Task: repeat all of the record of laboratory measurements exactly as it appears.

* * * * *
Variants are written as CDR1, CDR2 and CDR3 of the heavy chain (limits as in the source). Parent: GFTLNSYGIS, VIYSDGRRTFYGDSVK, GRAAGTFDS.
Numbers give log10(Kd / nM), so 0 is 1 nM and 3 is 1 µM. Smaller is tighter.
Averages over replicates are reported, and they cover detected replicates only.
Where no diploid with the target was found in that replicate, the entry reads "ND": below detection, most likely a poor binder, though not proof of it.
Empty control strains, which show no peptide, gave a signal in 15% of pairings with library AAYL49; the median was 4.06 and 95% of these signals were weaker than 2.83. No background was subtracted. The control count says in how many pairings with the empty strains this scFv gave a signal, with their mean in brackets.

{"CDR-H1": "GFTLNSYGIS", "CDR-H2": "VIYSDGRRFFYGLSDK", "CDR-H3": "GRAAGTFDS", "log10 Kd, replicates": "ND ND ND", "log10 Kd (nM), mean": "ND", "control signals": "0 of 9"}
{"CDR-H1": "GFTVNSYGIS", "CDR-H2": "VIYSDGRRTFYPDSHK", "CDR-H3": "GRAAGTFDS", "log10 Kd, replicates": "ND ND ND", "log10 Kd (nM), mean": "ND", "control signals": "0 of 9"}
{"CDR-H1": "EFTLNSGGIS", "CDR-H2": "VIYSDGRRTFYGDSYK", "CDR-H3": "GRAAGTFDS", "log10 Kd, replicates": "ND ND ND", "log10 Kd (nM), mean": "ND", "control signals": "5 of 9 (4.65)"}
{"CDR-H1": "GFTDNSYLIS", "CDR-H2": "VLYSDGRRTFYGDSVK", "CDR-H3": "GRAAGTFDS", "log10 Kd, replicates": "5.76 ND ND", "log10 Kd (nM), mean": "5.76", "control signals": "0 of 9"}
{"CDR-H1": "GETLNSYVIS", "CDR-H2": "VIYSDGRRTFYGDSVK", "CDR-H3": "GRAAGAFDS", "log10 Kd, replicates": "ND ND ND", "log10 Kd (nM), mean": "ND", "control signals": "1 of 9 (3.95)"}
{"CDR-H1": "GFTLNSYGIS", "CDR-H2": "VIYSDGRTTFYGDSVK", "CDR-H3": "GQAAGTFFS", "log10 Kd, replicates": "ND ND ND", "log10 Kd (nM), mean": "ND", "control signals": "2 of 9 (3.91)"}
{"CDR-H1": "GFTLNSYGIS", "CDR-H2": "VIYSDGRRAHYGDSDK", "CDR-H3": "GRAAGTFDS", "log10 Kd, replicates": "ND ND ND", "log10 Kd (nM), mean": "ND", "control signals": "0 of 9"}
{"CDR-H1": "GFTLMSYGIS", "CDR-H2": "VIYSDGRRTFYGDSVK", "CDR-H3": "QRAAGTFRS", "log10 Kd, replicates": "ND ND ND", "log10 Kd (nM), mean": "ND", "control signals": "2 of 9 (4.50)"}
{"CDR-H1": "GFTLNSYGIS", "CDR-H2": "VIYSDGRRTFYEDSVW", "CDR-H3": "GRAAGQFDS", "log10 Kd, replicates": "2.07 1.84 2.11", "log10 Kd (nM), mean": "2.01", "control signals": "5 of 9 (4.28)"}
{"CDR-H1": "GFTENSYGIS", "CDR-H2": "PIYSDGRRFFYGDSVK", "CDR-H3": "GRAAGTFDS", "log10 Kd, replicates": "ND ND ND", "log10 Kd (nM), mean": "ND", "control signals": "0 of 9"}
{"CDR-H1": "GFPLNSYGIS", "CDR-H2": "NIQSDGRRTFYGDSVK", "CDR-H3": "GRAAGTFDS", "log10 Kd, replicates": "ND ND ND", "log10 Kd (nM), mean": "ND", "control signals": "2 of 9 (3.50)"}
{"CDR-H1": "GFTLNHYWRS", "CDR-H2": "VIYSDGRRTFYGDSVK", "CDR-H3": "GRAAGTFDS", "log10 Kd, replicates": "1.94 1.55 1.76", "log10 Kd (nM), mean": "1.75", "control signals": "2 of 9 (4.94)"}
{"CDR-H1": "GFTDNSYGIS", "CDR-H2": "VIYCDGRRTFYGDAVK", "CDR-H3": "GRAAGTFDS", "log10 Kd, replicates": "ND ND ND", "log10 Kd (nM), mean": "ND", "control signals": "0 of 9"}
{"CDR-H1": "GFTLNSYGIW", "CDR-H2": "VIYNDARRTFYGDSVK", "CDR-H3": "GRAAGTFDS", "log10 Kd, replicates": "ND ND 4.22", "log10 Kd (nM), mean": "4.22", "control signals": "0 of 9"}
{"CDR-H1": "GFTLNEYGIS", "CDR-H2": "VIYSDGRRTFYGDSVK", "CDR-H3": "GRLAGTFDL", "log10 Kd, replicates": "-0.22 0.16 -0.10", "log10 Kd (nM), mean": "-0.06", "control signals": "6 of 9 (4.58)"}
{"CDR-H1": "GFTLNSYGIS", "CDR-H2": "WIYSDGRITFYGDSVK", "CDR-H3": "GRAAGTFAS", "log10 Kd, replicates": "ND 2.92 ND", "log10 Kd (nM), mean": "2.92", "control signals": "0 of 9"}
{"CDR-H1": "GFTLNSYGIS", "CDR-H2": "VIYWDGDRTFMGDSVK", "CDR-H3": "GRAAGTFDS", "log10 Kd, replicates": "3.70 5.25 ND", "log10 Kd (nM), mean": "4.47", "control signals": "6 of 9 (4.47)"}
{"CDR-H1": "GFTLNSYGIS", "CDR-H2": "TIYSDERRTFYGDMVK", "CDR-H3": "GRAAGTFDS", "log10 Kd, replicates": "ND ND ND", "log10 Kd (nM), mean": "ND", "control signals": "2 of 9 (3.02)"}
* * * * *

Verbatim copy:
Variants are written as CDR1, CDR2 and CDR3 of the heavy chain (limits as in the source). Parent: GFTLNSYGIS, VIYSDGRRTFYGDSVK, GRAAGTFDS.
Numbers give log10(Kd / nM), so 0 is 1 nM and 3 is 1 µM. Smaller is tighter.
Averages over replicates are reported, and they cover detected replicates only.
Where no diploid with the target was found in that replicate, the entry reads "ND": below detection, most likely a poor binder, though not proof of it.
Empty control strains, which show no peptide, gave a signal in 15% of pairings with library AAYL49; the median was 4.06 and 95% of these signals were weaker than 2.83. No background was subtracted. The control count says in how many pairings with the empty strains this scFv gave a signal, with their mean in brackets.

{"CDR-H1": "GFTLNSYGIS", "CDR-H2": "VIYSDGRRFFYGLSDK", "CDR-H3": "GRAAGTFDS", "log10 Kd, replicates": "ND ND ND", "log10 Kd (nM), mean": "ND", "control signals": "0 of 9"}
{"CDR-H1": "GFTVNSYGIS", "CDR-H2": "VIYSDGRRTFYPDSHK", "CDR-H3": "GRAAGTFDS", "log10 Kd, replicates": "ND ND ND", "log10 Kd (nM), mean": "ND", "control signals": "0 of 9"}
{"CDR-H1": "EFTLNSGGIS", "CDR-H2": "VIYSDGRRTFYGDSYK", "CDR-H3": "GRAAGTFDS", "log10 Kd, replicates": "ND ND ND", "log10 Kd (nM), mean": "ND", "control signals": "5 of 9 (4.65)"}
{"CDR-H1": "GFTDNSYLIS", "CDR-H2": "VLYSDGRRTFYGDSVK", "CDR-H3": "GRAAGTFDS", "log10 Kd, replicates": "5.76 ND ND", "log10 Kd (nM), mean": "5.76", "control signals": "0 of 9"}
{"CDR-H1": "GETLNSYVIS", "CDR-H2": "VIYSDGRRTFYGDSVK", "CDR-H3": "GRAAGAFDS", "log10 Kd, replicates": "ND ND ND", "log10 Kd (nM), mean": "ND", "control signals": "1 of 9 (3.95)"}
{"CDR-H1": "GFTLNSYGIS", "CDR-H2": "VIYSDGRTTFYGDSVK", "CDR-H3": "GQAAGTFFS", "log10 Kd, replicates": "ND ND ND", "log10 Kd (nM), mean": "ND", "control signals": "2 of 9 (3.91)"}
{"CDR-H1": "GFTLNSYGIS", "CDR-H2": "VIYSDGRRAHYGDSDK", "CDR-H3": "GRAAGTFDS", "log10 Kd, replicates": "ND ND ND", "log10 Kd (nM), mean": "ND", "control signals": "0 of 9"}
{"CDR-H1": "GFTLMSYGIS", "CDR-H2": "VIYSDGRRTFYGDSVK", "CDR-H3": "QRAAGTFRS", "log10 Kd, replicates": "ND ND ND", "log10 Kd (nM), mean": "ND", "control signals": "2 of 9 (4.50)"}
{"CDR-H1": "GFTLNSYGIS", "CDR-H2": "VIYSDGRRTFYEDSVW", "CDR-H3": "GRAAGQFDS", "log10 Kd, replicates": "2.07 1.84 2.11", "log10 Kd (nM), mean": "2.01", "control signals": "5 of 9 (4.28)"}
{"CDR-H1": "GFTENSYGIS", "CDR-H2": "PIYSDGRRFFYGDSVK", "CDR-H3": "GRAAGTFDS", "log10 Kd, replicates": "ND ND ND", "log10 Kd (nM), mean": "ND", "control signals": "0 of 9"}
{"CDR-H1": "GFPLNSYGIS", "CDR-H2": "NIQSDGRRTFYGDSVK", "CDR-H3": "GRAAGTFDS", "log10 Kd, replicates": "ND ND ND", "log10 Kd (nM), mean": "ND", "control signals": "2 of 9 (3.50)"}
{"CDR-H1": "GFTLNHYWRS", "CDR-H2": "VIYSDGRRTFYGDSVK", "CDR-H3": "GRAAGTFDS", "log10 Kd, replicates": "1.94 1.55 1.76", "log10 Kd (nM), mean": "1.75", "control signals": "2 of 9 (4.94)"}
{"CDR-H1": "GFTDNSYGIS", "CDR-H2": "VIYCDGRRTFYGDAVK", "CDR-H3": "GRAAGTFDS", "log10 Kd, replicates": "ND ND ND", "log10 Kd (nM), mean": "ND", "control signals": "0 of 9"}
{"CDR-H1": "GFTLNSYGIW", "CDR-H2": "VIYNDARRTFYGDSVK", "CDR-H3": "GRAAGTFDS", "log10 Kd, replicates": "ND ND 4.22", "log10 Kd (nM), mean": "4.22", "control signals": "0 of 9"}
{"CDR-H1": "GFTLNEYGIS", "CDR-H2": "VIYSDGRRTFYGDSVK", "CDR-H3": "GRLAGTFDL", "log10 Kd, replicates": "-0.22 0.16 -0.10", "log10 Kd (nM), mean": "-0.06", "control signals": "6 of 9 (4.58)"}
{"CDR-H1": "GFTLNSYGIS", "CDR-H2": "WIYSDGRITFYGDSVK", "CDR-H3": "GRAAGTFAS", "log10 Kd, replicates": "ND 2.92 ND", "log10 Kd (nM), mean": "2.92", "control signals": "0 of 9"}
{"CDR-H1": "GFTLNSYGIS", "CDR-H2": "VIYWDGDRTFMGDSVK", "CDR-H3": "GRAAGTFDS", "log10 Kd, replicates": "3.70 5.25 ND", "log10 Kd (nM), mean": "4.47", "control signals": "6 of 9 (4.47)"}
{"CDR-H1": "GFTLNSYGIS", "CDR-H2": "TIYSDERRTFYGDMVK", "CDR-H3": "GRAAGTFDS", "log10 Kd, replicates": "ND ND ND", "log10 Kd (nM), mean": "ND", "control signals": "2 of 9 (3.02)"}